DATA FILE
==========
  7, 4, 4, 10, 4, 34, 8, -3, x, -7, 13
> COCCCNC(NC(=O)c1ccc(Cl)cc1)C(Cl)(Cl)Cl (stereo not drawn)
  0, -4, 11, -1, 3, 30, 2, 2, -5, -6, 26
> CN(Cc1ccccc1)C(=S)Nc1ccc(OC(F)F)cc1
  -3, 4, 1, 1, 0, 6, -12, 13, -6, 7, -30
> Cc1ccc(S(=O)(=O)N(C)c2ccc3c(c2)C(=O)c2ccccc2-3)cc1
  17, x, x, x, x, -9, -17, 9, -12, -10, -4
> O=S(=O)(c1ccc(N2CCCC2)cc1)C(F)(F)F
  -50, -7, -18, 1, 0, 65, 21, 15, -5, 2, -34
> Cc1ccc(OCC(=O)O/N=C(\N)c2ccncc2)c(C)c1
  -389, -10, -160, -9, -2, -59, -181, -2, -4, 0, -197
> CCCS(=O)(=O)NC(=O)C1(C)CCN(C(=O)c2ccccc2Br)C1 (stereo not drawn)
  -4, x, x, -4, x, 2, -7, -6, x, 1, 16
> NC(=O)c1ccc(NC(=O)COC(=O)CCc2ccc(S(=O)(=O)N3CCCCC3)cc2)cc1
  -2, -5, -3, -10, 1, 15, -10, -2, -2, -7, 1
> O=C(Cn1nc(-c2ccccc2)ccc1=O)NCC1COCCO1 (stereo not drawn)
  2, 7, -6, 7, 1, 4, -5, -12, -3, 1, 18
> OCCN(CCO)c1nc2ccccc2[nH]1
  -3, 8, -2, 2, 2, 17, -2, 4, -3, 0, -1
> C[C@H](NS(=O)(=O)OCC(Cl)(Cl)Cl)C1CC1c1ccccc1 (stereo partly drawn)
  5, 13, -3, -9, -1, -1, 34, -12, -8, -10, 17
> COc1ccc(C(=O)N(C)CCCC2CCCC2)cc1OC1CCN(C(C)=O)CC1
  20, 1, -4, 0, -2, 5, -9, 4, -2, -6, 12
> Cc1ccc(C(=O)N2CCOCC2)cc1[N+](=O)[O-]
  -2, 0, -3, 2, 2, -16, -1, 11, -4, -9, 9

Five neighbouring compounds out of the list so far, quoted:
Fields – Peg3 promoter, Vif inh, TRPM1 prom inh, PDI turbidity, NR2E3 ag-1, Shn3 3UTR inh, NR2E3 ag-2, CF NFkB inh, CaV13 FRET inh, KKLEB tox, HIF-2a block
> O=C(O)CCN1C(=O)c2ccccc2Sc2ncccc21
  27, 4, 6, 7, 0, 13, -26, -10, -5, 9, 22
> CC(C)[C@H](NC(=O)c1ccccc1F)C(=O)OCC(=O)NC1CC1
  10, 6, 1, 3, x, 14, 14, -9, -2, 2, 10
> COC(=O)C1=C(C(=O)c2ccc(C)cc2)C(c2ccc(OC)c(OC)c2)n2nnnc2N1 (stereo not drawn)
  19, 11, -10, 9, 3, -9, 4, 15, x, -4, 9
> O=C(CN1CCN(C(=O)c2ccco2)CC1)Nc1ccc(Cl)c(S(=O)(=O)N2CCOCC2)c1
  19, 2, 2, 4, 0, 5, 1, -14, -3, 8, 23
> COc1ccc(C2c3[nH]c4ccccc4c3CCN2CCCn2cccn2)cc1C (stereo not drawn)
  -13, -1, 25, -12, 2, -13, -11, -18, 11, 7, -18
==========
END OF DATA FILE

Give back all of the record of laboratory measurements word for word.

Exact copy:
  7, 4, 4, 10, 4, 34, 8, -3, x, -7, 13
> COCCCNC(NC(=O)c1ccc(Cl)cc1)C(Cl)(Cl)Cl (stereo not drawn)
  0, -4, 11, -1, 3, 30, 2, 2, -5, -6, 26
> CN(Cc1ccccc1)C(=S)Nc1ccc(OC(F)F)cc1
  -3, 4, 1, 1, 0, 6, -12, 13, -6, 7, -30
> Cc1ccc(S(=O)(=O)N(C)c2ccc3c(c2)C(=O)c2ccccc2-3)cc1
  17, x, x, x, x, -9, -17, 9, -12, -10, -4
> O=S(=O)(c1ccc(N2CCCC2)cc1)C(F)(F)F
  -50, -7, -18, 1, 0, 65, 21, 15, -5, 2, -34
> Cc1ccc(OCC(=O)O/N=C(\N)c2ccncc2)c(C)c1
  -389, -10, -160, -9, -2, -59, -181, -2, -4, 0, -197
> CCCS(=O)(=O)NC(=O)C1(C)CCN(C(=O)c2ccccc2Br)C1 (stereo not drawn)
  -4, x, x, -4, x, 2, -7, -6, x, 1, 16
> NC(=O)c1ccc(NC(=O)COC(=O)CCc2ccc(S(=O)(=O)N3CCCCC3)cc2)cc1
  -2, -5, -3, -10, 1, 15, -10, -2, -2, -7, 1
> O=C(Cn1nc(-c2ccccc2)ccc1=O)NCC1COCCO1 (stereo not drawn)
  2, 7, -6, 7, 1, 4, -5, -12, -3, 1, 18
> OCCN(CCO)c1nc2ccccc2[nH]1
  -3, 8, -2, 2, 2, 17, -2, 4, -3, 0, -1
> C[C@H](NS(=O)(=O)OCC(Cl)(Cl)Cl)C1CC1c1ccccc1 (stereo partly drawn)
  5, 13, -3, -9, -1, -1, 34, -12, -8, -10, 17
> COc1ccc(C(=O)N(C)CCCC2CCCC2)cc1OC1CCN(C(C)=O)CC1
  20, 1, -4, 0, -2, 5, -9, 4, -2, -6, 12
> Cc1ccc(C(=O)N2CCOCC2)cc1[N+](=O)[O-]
  -2, 0, -3, 2, 2, -16, -1, 11, -4, -9, 9

Five neighbouring compounds out of the list so far, quoted:
Fields – Peg3 promoter, Vif inh, TRPM1 prom inh, PDI turbidity, NR2E3 ag-1, Shn3 3UTR inh, NR2E3 ag-2, CF NFkB inh, CaV13 FRET inh, KKLEB tox, HIF-2a block
> O=C(O)CCN1C(=O)c2ccccc2Sc2ncccc21
  27, 4, 6, 7, 0, 13, -26, -10, -5, 9, 22
> CC(C)[C@H](NC(=O)c1ccccc1F)C(=O)OCC(=O)NC1CC1
  10, 6, 1, 3, x, 14, 14, -9, -2, 2, 10
> COC(=O)C1=C(C(=O)c2ccc(C)cc2)C(c2ccc(OC)c(OC)c2)n2nnnc2N1 (stereo not drawn)
  19, 11, -10, 9, 3, -9, 4, 15, x, -4, 9
> O=C(CN1CCN(C(=O)c2ccco2)CC1)Nc1ccc(Cl)c(S(=O)(=O)N2CCOCC2)c1
  19, 2, 2, 4, 0, 5, 1, -14, -3, 8, 23
> COc1ccc(C2c3[nH]c4ccccc4c3CCN2CCCn2cccn2)cc1C (stereo not drawn)
  -13, -1, 25, -12, 2, -13, -11, -18, 11, 7, -18